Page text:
US v. Williams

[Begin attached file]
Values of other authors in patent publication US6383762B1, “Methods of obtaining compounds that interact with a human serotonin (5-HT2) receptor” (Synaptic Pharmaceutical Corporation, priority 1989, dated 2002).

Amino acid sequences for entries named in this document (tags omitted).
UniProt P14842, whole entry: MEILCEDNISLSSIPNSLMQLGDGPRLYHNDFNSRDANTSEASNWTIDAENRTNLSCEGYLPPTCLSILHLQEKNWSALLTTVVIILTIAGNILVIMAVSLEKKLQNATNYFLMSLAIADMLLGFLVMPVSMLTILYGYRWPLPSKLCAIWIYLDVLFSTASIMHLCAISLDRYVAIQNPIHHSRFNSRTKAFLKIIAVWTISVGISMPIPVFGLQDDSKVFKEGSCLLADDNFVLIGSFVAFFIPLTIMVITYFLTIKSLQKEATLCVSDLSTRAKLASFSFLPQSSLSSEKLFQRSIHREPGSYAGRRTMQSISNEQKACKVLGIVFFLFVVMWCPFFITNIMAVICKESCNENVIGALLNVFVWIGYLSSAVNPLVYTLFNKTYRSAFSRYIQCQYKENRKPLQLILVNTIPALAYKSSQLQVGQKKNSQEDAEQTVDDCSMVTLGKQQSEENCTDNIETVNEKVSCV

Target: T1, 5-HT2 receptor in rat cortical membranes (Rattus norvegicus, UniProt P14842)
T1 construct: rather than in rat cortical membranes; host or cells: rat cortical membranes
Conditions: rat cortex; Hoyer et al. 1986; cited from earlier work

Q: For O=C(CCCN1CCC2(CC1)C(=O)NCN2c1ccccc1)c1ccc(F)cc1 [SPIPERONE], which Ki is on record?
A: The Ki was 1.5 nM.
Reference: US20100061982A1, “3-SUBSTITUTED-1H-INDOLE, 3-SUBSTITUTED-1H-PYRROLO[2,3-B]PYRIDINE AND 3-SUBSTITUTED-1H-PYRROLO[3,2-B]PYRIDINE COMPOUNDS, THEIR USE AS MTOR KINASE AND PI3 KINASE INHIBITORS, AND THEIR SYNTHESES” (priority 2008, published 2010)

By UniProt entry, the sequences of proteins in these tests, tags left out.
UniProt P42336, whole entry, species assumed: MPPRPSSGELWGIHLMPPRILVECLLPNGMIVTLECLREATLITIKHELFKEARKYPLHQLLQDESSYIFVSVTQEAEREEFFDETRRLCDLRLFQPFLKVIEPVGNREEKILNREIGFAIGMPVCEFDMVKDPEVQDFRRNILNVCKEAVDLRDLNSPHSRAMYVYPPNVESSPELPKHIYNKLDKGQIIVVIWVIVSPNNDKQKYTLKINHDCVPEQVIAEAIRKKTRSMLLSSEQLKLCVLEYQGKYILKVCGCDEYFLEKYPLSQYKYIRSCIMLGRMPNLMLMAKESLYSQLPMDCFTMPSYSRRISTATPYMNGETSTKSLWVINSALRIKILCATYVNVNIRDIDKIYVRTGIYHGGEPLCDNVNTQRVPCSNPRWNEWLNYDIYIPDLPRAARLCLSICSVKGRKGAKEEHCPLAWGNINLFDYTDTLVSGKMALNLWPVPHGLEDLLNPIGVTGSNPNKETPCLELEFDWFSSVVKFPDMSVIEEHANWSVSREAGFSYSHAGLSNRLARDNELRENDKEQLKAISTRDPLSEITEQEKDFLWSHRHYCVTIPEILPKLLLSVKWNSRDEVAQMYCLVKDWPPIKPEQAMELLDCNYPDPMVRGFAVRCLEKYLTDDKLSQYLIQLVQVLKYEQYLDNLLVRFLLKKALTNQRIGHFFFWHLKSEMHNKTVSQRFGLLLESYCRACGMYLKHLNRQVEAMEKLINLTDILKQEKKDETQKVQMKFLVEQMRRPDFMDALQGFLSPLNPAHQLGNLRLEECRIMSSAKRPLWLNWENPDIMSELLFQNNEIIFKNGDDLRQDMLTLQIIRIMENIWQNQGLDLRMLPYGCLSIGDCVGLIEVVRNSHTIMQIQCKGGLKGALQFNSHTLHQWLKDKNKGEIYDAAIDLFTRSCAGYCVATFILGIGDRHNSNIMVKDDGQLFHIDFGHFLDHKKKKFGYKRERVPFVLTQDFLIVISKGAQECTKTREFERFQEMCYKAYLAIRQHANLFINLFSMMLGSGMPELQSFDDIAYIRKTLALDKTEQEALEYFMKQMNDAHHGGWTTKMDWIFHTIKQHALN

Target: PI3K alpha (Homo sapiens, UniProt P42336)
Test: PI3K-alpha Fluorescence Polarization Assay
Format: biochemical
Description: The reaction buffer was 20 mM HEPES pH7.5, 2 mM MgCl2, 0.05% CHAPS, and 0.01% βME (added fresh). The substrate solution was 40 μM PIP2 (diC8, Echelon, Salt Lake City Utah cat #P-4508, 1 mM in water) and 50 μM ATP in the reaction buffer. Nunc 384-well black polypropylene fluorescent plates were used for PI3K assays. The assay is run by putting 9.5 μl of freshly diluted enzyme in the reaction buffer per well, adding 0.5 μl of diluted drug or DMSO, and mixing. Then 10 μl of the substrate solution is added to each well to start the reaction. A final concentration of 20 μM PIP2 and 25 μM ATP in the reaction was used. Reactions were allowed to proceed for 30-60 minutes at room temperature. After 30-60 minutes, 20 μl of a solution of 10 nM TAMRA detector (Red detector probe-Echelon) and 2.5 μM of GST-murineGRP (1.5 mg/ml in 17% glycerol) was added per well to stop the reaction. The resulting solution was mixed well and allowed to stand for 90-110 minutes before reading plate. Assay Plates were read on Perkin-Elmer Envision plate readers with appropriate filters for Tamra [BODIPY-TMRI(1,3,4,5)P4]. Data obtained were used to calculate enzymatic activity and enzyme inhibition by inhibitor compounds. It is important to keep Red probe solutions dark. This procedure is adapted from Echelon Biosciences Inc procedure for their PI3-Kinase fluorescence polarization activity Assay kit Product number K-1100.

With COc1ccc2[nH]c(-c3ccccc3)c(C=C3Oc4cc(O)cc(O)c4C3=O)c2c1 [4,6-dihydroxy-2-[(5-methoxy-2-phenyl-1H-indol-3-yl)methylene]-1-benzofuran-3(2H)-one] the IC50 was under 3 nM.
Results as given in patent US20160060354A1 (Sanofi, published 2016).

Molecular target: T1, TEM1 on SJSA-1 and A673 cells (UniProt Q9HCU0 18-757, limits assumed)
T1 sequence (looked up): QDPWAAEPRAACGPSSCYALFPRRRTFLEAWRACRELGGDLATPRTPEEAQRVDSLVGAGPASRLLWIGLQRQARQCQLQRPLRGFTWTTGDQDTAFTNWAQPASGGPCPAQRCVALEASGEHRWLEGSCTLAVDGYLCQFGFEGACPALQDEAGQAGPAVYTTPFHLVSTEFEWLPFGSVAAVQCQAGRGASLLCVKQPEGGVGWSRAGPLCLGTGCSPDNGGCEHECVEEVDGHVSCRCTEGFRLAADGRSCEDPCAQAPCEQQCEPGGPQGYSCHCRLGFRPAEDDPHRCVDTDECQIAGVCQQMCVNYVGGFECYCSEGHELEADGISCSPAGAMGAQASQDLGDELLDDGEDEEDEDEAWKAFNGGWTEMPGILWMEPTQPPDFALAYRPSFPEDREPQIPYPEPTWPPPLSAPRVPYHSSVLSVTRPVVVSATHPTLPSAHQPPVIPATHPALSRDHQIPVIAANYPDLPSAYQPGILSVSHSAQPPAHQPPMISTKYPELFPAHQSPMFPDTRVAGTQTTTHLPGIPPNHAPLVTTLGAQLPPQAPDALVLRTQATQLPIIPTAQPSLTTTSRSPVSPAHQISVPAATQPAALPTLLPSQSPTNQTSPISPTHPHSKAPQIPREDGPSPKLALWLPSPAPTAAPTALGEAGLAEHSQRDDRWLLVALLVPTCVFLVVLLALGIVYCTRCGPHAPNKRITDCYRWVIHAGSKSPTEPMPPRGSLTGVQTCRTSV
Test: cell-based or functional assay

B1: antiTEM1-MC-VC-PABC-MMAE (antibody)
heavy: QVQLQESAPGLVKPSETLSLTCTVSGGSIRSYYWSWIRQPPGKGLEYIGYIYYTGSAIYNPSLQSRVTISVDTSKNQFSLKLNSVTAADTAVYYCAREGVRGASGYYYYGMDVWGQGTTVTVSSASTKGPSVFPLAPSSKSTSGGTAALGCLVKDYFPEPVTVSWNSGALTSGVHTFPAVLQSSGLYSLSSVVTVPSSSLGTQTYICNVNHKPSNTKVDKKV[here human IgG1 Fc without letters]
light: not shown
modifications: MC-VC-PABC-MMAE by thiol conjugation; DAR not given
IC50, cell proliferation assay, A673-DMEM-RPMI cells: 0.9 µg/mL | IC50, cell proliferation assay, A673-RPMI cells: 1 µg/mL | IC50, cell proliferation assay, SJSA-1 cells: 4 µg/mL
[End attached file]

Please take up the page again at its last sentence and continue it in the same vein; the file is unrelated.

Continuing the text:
No. 04-10213 (8-16-05). Get out of the car! Get in the car! What's a suspect to do when the police are ordering him about and he just wants to comply, while protecting his 4th amendment rights? Well, whatever you do, when you throw the weapon, make sure it lands softly. Here, the police pull over a car. Oh yes, the reason of course the dangerous "light out above the license plate". The driver was arrested for failing to have a license or identification. In the meantime, the passenger (Williams) got out to stretch his legs. The officer ordered him back into the car. She then heard a "thud" that later looking revealed to be a revolver six feet away from the car nestled on "recently fallen pine needles" (nice touch). The defendant argues that ordering him back into the car was a seizure and a violation of his 4th amendment rights. "Not so" said the 9th. If the offcier can order you out for his or her safety, she can also order you back in. The "in or out" is permissible under Wilson, 519 US at 413-14. Other circuits have held that officers can order passengers to remain inside cars and no unreasonable seizures occurred. The intrusion and time is minimal and the officer was maintaining the status quo. There is also the safety issue for the officer. The 9th sidestepped the gov't's "lack of standing" issue because the gun was abandoned by being tossed. The 9th passed on the opportunity to say that he obviously has standing even while seated.